Test and fee. Classes might make it easier, but there are free online resources that will help you pass. The tests are done by local HAM clubs around town.

 

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1 hour ago, Huntndogs said:

Speaking of licensing, is there a class one needs or is it just a test and a fee? 

 

I may be wrong (usually am) but once in a while the club puts on a HAM class I believe?  Seems to be a bit of interest, might be time to look into it....

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  Race teams...trucks/bikes/buggies, always follow the FCC rules to the letter, and they are all fully licensed HAM operators. And... I'm pretty sure that there are Satellite Directed Ham Patrols (SDHP) out behind every other Ocotillo just on the look-out for the occasional renegade SDAR member not following strict race radio use protocols; for sure they (SDHP) are all within the 2 mile range that our radios XMT within. :unsure:  Anyone for a carbon tax? 

Okay... I'm done. :rolleyes:

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Learn how to use your Rugged or Baofeng Radio:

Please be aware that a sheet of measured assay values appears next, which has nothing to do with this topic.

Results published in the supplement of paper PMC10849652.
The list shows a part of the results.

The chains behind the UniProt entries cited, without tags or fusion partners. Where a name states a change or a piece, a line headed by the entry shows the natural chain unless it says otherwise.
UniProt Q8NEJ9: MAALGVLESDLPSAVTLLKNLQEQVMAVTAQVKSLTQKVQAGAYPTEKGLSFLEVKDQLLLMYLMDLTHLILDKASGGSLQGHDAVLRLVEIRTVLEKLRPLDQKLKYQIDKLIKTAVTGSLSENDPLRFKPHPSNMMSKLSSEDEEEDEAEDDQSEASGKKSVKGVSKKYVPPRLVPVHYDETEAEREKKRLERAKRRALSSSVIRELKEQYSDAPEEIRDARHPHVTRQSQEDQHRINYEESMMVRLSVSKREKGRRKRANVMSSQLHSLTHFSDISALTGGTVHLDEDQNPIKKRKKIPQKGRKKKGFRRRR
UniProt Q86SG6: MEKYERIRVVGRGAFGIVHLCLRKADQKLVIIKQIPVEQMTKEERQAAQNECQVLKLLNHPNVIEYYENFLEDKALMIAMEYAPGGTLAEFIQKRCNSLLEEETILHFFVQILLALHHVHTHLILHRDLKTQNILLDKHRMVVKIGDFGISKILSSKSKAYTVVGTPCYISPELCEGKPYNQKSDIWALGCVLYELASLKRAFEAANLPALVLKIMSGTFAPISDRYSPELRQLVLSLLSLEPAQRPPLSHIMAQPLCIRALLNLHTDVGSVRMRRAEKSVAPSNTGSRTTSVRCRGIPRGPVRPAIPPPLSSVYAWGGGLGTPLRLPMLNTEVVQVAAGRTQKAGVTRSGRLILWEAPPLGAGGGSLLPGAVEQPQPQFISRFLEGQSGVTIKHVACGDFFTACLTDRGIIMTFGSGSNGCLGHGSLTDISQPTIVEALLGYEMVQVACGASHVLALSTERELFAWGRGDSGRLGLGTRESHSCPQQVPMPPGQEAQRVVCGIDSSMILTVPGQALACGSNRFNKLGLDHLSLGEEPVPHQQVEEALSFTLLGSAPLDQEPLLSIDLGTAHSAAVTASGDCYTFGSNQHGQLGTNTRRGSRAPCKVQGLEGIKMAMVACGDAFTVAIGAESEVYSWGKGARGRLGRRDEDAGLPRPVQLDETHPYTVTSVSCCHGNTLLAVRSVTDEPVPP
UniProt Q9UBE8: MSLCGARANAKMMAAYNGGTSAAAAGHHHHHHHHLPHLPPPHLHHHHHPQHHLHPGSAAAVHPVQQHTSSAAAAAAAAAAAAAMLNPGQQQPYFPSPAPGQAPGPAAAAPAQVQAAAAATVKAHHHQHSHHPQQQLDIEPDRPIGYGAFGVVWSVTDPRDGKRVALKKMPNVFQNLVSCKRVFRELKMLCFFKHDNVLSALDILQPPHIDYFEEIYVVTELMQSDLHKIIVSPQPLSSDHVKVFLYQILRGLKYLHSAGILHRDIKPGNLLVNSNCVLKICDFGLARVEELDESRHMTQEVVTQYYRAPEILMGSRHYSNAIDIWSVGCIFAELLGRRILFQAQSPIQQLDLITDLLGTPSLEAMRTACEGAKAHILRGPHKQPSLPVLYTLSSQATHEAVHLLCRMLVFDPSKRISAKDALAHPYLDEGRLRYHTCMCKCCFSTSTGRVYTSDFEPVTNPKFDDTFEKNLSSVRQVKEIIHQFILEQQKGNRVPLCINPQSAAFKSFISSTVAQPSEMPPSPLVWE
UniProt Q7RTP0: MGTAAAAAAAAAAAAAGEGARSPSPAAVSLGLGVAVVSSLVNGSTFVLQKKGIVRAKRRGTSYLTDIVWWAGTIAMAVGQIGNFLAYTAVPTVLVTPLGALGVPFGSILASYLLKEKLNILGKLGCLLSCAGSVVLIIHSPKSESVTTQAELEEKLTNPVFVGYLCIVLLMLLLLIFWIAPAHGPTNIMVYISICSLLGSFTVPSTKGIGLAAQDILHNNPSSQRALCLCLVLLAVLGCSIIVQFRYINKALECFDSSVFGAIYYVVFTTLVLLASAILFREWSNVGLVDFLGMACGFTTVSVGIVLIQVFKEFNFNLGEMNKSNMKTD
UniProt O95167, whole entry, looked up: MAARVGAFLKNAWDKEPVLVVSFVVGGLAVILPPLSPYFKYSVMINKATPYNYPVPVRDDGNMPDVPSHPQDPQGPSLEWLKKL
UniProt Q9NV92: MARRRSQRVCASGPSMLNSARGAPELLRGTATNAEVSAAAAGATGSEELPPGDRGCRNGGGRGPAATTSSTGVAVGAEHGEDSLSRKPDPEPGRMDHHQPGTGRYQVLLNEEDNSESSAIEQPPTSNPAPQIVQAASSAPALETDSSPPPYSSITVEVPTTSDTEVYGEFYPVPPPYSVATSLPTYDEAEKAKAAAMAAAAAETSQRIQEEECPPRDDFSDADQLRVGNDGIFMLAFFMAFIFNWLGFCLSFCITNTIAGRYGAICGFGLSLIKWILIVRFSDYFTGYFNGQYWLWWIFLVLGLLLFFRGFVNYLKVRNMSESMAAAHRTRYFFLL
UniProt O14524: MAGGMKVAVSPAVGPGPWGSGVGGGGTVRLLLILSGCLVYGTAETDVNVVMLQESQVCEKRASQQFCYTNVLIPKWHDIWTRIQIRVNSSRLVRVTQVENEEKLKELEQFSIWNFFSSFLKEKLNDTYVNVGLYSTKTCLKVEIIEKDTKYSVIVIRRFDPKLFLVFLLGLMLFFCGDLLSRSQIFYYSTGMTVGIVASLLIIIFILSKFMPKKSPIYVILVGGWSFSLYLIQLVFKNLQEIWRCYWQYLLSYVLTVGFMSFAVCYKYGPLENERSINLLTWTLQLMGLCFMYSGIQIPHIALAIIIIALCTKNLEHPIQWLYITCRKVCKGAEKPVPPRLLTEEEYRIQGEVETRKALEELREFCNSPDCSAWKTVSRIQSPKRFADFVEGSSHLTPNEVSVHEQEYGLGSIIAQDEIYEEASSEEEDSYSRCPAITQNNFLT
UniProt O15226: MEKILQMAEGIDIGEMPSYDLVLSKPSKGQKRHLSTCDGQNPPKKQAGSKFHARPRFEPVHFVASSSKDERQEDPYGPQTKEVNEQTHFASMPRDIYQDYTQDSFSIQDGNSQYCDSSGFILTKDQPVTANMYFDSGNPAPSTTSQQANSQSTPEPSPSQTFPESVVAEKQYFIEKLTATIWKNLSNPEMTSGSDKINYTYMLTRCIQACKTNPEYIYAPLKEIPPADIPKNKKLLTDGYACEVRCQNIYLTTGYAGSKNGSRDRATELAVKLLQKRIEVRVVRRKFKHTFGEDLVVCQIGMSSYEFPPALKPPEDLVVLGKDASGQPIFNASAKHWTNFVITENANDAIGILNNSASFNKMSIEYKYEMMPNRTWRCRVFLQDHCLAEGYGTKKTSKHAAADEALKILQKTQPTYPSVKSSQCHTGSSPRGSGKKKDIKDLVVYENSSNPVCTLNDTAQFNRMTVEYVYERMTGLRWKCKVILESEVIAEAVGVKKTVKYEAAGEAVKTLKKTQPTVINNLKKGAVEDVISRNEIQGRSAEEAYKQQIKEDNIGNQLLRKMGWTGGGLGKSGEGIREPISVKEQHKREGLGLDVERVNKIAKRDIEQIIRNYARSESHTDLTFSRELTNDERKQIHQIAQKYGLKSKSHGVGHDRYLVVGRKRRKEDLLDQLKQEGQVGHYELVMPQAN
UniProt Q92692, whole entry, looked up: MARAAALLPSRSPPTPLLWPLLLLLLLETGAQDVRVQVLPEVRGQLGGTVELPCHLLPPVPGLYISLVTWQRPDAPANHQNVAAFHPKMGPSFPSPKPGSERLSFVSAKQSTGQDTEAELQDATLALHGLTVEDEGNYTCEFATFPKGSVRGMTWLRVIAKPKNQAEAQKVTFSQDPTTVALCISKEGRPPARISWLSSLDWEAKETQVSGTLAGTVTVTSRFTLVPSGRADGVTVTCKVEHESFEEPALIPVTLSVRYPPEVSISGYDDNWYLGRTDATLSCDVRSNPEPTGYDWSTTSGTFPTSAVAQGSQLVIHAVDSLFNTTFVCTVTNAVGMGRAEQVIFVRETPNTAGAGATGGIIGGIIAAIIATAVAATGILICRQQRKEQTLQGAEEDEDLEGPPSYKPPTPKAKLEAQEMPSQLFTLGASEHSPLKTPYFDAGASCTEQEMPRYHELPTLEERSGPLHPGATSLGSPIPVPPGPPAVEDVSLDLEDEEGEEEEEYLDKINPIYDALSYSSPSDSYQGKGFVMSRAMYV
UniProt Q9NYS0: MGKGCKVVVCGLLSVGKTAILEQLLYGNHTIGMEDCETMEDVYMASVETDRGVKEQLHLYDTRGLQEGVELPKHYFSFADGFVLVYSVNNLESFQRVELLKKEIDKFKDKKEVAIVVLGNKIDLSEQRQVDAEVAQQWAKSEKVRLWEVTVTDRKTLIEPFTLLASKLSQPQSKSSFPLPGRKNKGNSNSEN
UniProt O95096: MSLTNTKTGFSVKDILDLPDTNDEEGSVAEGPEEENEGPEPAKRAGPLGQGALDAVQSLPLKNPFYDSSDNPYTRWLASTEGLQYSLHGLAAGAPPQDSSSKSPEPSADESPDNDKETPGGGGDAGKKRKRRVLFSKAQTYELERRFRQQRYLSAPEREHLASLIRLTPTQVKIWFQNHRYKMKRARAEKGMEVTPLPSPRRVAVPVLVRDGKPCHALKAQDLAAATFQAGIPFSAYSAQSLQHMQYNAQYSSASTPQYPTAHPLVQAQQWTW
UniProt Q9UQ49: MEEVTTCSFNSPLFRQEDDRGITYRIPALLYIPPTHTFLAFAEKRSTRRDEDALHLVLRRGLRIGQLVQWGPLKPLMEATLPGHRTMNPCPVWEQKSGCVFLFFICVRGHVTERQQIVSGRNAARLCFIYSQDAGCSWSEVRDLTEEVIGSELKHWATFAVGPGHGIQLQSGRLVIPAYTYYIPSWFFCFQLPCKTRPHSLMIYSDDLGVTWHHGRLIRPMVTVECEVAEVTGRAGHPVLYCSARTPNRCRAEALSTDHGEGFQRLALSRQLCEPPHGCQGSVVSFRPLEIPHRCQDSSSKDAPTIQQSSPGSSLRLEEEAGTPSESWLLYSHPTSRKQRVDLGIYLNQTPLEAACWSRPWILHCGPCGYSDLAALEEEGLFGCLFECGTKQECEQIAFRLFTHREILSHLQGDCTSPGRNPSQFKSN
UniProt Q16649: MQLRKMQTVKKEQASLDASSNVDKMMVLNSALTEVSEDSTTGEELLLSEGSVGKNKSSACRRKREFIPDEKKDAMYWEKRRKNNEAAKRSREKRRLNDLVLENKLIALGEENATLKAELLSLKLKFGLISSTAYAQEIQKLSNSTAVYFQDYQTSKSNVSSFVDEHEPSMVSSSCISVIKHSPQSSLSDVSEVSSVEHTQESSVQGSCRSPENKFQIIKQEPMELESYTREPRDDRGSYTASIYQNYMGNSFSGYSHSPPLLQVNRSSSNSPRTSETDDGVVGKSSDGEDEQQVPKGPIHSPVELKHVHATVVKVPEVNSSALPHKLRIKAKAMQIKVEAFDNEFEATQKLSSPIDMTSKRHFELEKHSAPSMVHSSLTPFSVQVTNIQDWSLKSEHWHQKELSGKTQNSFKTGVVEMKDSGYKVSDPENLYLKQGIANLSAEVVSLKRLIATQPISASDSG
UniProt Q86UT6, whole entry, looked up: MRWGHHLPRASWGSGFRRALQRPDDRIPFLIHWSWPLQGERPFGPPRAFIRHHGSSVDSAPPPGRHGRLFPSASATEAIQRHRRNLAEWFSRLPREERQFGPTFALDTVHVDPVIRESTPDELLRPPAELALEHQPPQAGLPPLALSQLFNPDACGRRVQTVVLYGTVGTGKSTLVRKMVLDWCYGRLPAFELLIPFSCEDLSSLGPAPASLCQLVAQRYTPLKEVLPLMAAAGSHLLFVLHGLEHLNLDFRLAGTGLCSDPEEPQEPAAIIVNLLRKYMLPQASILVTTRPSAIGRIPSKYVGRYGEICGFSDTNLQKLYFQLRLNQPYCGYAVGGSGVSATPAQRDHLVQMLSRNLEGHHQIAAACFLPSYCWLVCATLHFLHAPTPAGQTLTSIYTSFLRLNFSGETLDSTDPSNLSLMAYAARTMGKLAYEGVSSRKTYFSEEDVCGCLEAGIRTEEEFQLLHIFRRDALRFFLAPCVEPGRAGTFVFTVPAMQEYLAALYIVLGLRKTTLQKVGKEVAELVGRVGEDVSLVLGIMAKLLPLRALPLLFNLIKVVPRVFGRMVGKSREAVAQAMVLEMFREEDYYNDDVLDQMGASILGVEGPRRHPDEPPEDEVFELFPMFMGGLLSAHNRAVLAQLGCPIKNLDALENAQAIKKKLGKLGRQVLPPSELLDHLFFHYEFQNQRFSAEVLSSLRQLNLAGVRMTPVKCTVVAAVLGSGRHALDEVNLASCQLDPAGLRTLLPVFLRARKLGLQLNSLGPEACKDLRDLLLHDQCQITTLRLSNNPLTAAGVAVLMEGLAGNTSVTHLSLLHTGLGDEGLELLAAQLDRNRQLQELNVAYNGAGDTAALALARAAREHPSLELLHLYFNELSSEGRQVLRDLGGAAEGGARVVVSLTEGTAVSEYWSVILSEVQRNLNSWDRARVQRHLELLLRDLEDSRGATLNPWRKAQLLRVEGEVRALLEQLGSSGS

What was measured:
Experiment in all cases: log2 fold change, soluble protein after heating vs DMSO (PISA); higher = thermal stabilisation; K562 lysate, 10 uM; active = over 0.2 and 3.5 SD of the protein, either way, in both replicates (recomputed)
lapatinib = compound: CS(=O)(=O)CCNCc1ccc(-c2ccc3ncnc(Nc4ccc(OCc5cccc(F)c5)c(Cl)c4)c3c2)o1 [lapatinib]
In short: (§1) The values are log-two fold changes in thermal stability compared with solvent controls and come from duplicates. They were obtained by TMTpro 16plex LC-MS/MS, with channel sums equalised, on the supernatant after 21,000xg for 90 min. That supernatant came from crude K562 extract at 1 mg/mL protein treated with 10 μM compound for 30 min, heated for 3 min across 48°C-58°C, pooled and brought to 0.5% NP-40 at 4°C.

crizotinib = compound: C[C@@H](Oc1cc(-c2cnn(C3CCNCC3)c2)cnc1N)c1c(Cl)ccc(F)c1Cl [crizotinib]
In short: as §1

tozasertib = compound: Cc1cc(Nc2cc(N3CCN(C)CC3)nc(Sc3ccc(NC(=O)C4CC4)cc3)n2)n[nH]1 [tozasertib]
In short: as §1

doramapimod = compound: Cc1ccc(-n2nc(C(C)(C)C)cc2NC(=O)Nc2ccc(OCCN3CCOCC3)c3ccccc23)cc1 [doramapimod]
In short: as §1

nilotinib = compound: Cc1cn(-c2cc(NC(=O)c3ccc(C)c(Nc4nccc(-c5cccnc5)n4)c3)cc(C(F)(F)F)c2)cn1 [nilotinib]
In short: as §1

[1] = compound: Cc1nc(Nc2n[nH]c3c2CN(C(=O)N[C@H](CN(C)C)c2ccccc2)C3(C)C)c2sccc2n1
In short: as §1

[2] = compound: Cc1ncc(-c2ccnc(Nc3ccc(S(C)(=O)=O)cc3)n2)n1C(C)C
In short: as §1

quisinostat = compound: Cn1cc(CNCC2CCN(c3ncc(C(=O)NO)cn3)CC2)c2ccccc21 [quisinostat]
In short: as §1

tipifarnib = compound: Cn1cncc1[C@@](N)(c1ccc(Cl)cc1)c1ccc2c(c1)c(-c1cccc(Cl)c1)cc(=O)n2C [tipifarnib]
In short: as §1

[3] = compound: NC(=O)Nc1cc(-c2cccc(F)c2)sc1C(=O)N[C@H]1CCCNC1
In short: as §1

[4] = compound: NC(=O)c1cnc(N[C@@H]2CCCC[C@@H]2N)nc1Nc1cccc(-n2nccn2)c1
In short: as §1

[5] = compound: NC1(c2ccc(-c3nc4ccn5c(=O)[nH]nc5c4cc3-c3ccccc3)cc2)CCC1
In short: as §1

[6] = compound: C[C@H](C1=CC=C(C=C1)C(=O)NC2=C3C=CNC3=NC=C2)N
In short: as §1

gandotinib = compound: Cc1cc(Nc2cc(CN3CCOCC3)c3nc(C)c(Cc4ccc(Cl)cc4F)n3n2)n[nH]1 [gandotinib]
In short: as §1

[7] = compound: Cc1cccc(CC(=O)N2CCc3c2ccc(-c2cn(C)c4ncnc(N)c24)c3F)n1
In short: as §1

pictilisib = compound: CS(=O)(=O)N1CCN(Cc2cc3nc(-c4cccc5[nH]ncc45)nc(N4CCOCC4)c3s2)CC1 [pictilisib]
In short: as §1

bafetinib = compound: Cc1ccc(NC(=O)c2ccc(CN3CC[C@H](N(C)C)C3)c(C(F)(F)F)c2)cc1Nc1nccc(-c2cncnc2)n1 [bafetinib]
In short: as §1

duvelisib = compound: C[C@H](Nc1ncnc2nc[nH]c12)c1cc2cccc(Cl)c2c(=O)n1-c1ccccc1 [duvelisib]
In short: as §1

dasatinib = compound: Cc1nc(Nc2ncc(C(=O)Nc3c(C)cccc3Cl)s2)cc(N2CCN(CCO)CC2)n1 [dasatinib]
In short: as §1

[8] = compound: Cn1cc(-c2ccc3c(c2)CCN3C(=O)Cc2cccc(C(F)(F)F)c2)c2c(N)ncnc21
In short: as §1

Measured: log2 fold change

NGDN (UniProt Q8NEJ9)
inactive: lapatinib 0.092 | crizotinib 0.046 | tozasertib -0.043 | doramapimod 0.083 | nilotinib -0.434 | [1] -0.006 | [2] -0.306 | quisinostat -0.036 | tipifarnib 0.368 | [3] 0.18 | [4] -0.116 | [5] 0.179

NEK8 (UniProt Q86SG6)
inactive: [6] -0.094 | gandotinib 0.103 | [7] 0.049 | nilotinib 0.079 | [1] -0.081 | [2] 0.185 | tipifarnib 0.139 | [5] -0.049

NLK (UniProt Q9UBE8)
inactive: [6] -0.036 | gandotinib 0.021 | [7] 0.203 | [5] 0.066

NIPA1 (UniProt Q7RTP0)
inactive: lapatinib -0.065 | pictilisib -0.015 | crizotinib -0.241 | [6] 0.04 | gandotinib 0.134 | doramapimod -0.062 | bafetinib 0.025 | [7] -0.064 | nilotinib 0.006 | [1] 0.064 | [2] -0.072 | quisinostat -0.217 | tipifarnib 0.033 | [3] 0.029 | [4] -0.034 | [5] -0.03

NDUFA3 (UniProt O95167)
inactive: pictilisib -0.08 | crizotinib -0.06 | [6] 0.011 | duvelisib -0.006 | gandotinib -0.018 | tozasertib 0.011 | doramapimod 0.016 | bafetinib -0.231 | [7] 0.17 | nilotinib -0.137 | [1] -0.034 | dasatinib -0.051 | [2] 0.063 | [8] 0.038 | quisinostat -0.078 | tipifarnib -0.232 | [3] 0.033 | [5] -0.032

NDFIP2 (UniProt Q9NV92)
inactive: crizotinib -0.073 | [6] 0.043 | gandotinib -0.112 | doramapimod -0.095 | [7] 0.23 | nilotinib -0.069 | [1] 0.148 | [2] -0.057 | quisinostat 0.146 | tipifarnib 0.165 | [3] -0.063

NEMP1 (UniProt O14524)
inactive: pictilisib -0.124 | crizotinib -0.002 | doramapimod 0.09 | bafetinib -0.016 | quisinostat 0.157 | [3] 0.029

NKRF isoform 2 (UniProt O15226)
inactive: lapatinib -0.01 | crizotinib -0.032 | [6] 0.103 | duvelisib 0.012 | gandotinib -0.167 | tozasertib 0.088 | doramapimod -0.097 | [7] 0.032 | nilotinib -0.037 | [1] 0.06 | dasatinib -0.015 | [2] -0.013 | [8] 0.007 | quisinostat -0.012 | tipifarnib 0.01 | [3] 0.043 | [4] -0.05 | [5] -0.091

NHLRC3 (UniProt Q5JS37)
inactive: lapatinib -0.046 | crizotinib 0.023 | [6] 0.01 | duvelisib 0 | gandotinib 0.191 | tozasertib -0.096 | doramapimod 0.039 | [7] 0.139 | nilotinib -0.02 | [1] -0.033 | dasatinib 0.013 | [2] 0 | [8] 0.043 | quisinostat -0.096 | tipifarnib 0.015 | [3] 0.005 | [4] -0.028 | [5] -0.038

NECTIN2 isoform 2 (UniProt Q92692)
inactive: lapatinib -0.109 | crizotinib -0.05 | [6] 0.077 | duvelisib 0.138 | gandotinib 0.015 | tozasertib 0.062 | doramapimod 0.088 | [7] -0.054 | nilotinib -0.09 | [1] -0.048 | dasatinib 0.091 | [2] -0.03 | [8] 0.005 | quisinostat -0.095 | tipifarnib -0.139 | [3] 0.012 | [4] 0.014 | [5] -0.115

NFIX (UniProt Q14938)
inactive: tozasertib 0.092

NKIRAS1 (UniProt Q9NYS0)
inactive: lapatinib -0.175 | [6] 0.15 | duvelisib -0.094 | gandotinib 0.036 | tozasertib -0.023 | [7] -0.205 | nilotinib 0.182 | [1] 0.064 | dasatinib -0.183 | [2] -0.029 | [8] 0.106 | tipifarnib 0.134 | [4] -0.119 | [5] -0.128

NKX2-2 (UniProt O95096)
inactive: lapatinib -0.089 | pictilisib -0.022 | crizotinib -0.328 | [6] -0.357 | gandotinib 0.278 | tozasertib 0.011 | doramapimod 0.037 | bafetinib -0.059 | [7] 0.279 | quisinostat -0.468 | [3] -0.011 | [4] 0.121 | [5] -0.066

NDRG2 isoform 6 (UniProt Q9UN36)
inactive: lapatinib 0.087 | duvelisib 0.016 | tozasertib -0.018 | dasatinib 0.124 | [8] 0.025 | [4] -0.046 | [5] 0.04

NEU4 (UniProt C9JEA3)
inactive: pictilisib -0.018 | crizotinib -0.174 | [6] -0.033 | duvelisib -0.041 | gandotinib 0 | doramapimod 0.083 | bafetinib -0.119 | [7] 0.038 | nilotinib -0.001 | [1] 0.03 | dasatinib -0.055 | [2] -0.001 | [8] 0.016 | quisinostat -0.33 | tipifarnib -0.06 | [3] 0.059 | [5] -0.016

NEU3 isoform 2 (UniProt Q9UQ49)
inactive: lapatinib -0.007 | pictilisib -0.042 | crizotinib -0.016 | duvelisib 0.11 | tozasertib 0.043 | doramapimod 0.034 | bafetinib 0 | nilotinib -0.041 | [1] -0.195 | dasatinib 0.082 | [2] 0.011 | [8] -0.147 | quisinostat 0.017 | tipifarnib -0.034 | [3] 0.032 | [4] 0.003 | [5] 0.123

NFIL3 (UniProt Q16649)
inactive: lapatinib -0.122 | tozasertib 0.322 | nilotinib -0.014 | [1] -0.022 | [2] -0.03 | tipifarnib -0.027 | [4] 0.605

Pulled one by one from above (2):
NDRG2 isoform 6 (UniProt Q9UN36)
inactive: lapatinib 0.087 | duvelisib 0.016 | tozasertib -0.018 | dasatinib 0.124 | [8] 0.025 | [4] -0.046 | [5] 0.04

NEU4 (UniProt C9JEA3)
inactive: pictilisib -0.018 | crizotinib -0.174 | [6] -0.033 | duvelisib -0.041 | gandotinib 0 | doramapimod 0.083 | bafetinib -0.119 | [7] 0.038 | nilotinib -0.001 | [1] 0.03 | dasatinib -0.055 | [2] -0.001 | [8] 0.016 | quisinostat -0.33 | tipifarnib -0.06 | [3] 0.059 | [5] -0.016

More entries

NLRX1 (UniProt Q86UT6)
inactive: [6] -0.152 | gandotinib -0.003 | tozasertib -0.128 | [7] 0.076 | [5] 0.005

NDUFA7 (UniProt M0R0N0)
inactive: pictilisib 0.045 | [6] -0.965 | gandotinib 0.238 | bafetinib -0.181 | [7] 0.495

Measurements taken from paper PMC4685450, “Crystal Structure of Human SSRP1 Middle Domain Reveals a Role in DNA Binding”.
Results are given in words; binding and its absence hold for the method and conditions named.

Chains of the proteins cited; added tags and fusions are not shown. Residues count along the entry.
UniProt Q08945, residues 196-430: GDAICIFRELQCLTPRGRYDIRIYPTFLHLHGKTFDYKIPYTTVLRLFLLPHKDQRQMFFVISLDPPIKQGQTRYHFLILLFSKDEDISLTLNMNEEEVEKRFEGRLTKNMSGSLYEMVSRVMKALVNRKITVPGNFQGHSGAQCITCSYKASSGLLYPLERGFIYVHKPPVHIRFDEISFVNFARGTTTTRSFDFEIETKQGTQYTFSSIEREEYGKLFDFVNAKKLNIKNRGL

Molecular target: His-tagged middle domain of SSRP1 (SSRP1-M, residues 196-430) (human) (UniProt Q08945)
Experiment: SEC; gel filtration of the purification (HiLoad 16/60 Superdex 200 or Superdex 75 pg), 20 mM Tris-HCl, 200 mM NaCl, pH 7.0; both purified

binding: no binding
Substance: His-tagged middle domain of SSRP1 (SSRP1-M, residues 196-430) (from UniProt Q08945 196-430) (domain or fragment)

Monthly "Communicator Gateway" Workshop - Saturday, 12/8/18 - at Sharp Spectrum in Kearny Mesa

 
THE 12/8/18 WORKSHOP IS AT SHARP SPECTRUM (KEARNY MESA), NOT AT SCRIPPS LA JOLLA. 
To unsubscribe from monthly Communicator Gateway announcements, please reply to k6rjf.rob@gmail.com.  
--------------------
Monthly "Communicator Gateway" Workshop 
Date: Saturday, December 8, 10:00 a.m. - 12:00 p.m.  
Location:  Sharp Spectrum, 8520 Tech Way, CA 92123 
Entrance location: https://w3w.co/seats.units.spends   
Parking: Park in free visitor parking, then look for people wearing yellow shirts. 
------------------------
ATTENTION people of all ages interested in Ham Radio (licensed, not
licensed, or out of practice)!

San Diego Amateur Radio Emergency Service (ARES) will conduct another
FREE monthly workshop to help participants "Get On The Air" (GOTA).
Everyone is welcome regardless of club or organization affiliation!